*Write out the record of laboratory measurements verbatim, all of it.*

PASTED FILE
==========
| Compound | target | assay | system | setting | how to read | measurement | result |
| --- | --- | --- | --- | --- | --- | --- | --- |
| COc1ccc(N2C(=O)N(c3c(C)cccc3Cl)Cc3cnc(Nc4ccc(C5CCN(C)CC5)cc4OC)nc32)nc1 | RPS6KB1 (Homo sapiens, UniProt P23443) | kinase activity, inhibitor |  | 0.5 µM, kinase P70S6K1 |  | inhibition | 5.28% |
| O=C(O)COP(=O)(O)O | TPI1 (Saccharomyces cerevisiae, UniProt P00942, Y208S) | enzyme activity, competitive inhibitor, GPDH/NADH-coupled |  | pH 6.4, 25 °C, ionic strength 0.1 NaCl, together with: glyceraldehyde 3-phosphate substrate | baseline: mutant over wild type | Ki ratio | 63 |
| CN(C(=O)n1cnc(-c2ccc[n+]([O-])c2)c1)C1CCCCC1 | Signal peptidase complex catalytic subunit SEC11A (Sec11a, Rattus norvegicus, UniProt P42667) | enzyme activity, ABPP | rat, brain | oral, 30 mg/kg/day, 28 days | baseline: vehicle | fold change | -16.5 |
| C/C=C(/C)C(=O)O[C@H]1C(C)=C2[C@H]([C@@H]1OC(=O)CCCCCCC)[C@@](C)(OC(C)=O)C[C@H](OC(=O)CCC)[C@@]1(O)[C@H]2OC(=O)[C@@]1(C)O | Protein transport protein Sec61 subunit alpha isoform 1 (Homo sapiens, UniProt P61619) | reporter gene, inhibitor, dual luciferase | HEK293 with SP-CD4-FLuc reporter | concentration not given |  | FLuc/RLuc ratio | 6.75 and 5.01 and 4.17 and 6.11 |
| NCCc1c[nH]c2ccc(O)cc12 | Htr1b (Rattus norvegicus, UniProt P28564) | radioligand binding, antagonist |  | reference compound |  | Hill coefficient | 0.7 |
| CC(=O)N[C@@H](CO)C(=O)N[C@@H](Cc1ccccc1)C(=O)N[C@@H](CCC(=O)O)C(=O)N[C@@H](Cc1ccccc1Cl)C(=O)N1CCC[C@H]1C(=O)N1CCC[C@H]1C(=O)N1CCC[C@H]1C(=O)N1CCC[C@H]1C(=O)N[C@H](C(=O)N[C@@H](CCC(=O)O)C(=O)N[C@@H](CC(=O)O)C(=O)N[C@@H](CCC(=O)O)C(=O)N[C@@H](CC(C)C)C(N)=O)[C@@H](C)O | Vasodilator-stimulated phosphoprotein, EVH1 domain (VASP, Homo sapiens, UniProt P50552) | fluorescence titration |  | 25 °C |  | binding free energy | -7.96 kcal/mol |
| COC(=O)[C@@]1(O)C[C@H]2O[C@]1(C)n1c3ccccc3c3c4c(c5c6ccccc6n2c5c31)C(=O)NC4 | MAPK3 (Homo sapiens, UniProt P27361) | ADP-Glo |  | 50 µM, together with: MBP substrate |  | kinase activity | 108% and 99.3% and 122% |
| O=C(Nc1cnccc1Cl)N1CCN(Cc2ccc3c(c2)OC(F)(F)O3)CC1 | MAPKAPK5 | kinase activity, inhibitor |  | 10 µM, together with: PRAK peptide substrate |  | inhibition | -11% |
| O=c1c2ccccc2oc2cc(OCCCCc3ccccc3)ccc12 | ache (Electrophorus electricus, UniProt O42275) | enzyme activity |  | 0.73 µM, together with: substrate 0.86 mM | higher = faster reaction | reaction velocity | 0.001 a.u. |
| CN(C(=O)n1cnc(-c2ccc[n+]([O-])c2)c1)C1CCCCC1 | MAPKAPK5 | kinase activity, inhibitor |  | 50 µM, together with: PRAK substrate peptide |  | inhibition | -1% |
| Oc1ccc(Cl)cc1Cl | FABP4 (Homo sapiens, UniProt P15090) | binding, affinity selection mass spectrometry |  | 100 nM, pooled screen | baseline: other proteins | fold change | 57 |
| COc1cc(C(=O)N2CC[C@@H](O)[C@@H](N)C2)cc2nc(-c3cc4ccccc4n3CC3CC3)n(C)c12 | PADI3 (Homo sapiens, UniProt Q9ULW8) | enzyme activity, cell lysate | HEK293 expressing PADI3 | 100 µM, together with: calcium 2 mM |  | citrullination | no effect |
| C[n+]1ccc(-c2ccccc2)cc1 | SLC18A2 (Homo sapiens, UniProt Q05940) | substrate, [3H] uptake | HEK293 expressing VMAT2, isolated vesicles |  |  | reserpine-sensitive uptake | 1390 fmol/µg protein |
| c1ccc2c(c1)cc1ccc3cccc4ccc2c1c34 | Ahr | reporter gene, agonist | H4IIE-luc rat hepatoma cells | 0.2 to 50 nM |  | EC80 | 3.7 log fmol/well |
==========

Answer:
| Compound | target | assay | system | setting | how to read | measurement | result |
| --- | --- | --- | --- | --- | --- | --- | --- |
| COc1ccc(N2C(=O)N(c3c(C)cccc3Cl)Cc3cnc(Nc4ccc(C5CCN(C)CC5)cc4OC)nc32)nc1 | RPS6KB1 (Homo sapiens, UniProt P23443) | kinase activity, inhibitor |  | 0.5 µM, kinase P70S6K1 |  | inhibition | 5.28% |
| O=C(O)COP(=O)(O)O | TPI1 (Saccharomyces cerevisiae, UniProt P00942, Y208S) | enzyme activity, competitive inhibitor, GPDH/NADH-coupled |  | pH 6.4, 25 °C, ionic strength 0.1 NaCl, together with: glyceraldehyde 3-phosphate substrate | baseline: mutant over wild type | Ki ratio | 63 |
| CN(C(=O)n1cnc(-c2ccc[n+]([O-])c2)c1)C1CCCCC1 | Signal peptidase complex catalytic subunit SEC11A (Sec11a, Rattus norvegicus, UniProt P42667) | enzyme activity, ABPP | rat, brain | oral, 30 mg/kg/day, 28 days | baseline: vehicle | fold change | -16.5 |
| C/C=C(/C)C(=O)O[C@H]1C(C)=C2[C@H]([C@@H]1OC(=O)CCCCCCC)[C@@](C)(OC(C)=O)C[C@H](OC(=O)CCC)[C@@]1(O)[C@H]2OC(=O)[C@@]1(C)O | Protein transport protein Sec61 subunit alpha isoform 1 (Homo sapiens, UniProt P61619) | reporter gene, inhibitor, dual luciferase | HEK293 with SP-CD4-FLuc reporter | concentration not given |  | FLuc/RLuc ratio | 6.75 and 5.01 and 4.17 and 6.11 |
| NCCc1c[nH]c2ccc(O)cc12 | Htr1b (Rattus norvegicus, UniProt P28564) | radioligand binding, antagonist |  | reference compound |  | Hill coefficient | 0.7 |
| CC(=O)N[C@@H](CO)C(=O)N[C@@H](Cc1ccccc1)C(=O)N[C@@H](CCC(=O)O)C(=O)N[C@@H](Cc1ccccc1Cl)C(=O)N1CCC[C@H]1C(=O)N1CCC[C@H]1C(=O)N1CCC[C@H]1C(=O)N1CCC[C@H]1C(=O)N[C@H](C(=O)N[C@@H](CCC(=O)O)C(=O)N[C@@H](CC(=O)O)C(=O)N[C@@H](CCC(=O)O)C(=O)N[C@@H](CC(C)C)C(N)=O)[C@@H](C)O | Vasodilator-stimulated phosphoprotein, EVH1 domain (VASP, Homo sapiens, UniProt P50552) | fluorescence titration |  | 25 °C |  | binding free energy | -7.96 kcal/mol |
| COC(=O)[C@@]1(O)C[C@H]2O[C@]1(C)n1c3ccccc3c3c4c(c5c6ccccc6n2c5c31)C(=O)NC4 | MAPK3 (Homo sapiens, UniProt P27361) | ADP-Glo |  | 50 µM, together with: MBP substrate |  | kinase activity | 108% and 99.3% and 122% |
| O=C(Nc1cnccc1Cl)N1CCN(Cc2ccc3c(c2)OC(F)(F)O3)CC1 | MAPKAPK5 | kinase activity, inhibitor |  | 10 µM, together with: PRAK peptide substrate |  | inhibition | -11% |
| O=c1c2ccccc2oc2cc(OCCCCc3ccccc3)ccc12 | ache (Electrophorus electricus, UniProt O42275) | enzyme activity |  | 0.73 µM, together with: substrate 0.86 mM | higher = faster reaction | reaction velocity | 0.001 a.u. |
| CN(C(=O)n1cnc(-c2ccc[n+]([O-])c2)c1)C1CCCCC1 | MAPKAPK5 | kinase activity, inhibitor |  | 50 µM, together with: PRAK substrate peptide |  | inhibition | -1% |
| Oc1ccc(Cl)cc1Cl | FABP4 (Homo sapiens, UniProt P15090) | binding, affinity selection mass spectrometry |  | 100 nM, pooled screen | baseline: other proteins | fold change | 57 |
| COc1cc(C(=O)N2CC[C@@H](O)[C@@H](N)C2)cc2nc(-c3cc4ccccc4n3CC3CC3)n(C)c12 | PADI3 (Homo sapiens, UniProt Q9ULW8) | enzyme activity, cell lysate | HEK293 expressing PADI3 | 100 µM, together with: calcium 2 mM |  | citrullination | no effect |
| C[n+]1ccc(-c2ccccc2)cc1 | SLC18A2 (Homo sapiens, UniProt Q05940) | substrate, [3H] uptake | HEK293 expressing VMAT2, isolated vesicles |  |  | reserpine-sensitive uptake | 1390 fmol/µg protein |
| c1ccc2c(c1)cc1ccc3cccc4ccc2c1c34 | Ahr | reporter gene, agonist | H4IIE-luc rat hepatoma cells | 0.2 to 50 nM |  | EC80 | 3.7 log fmol/well |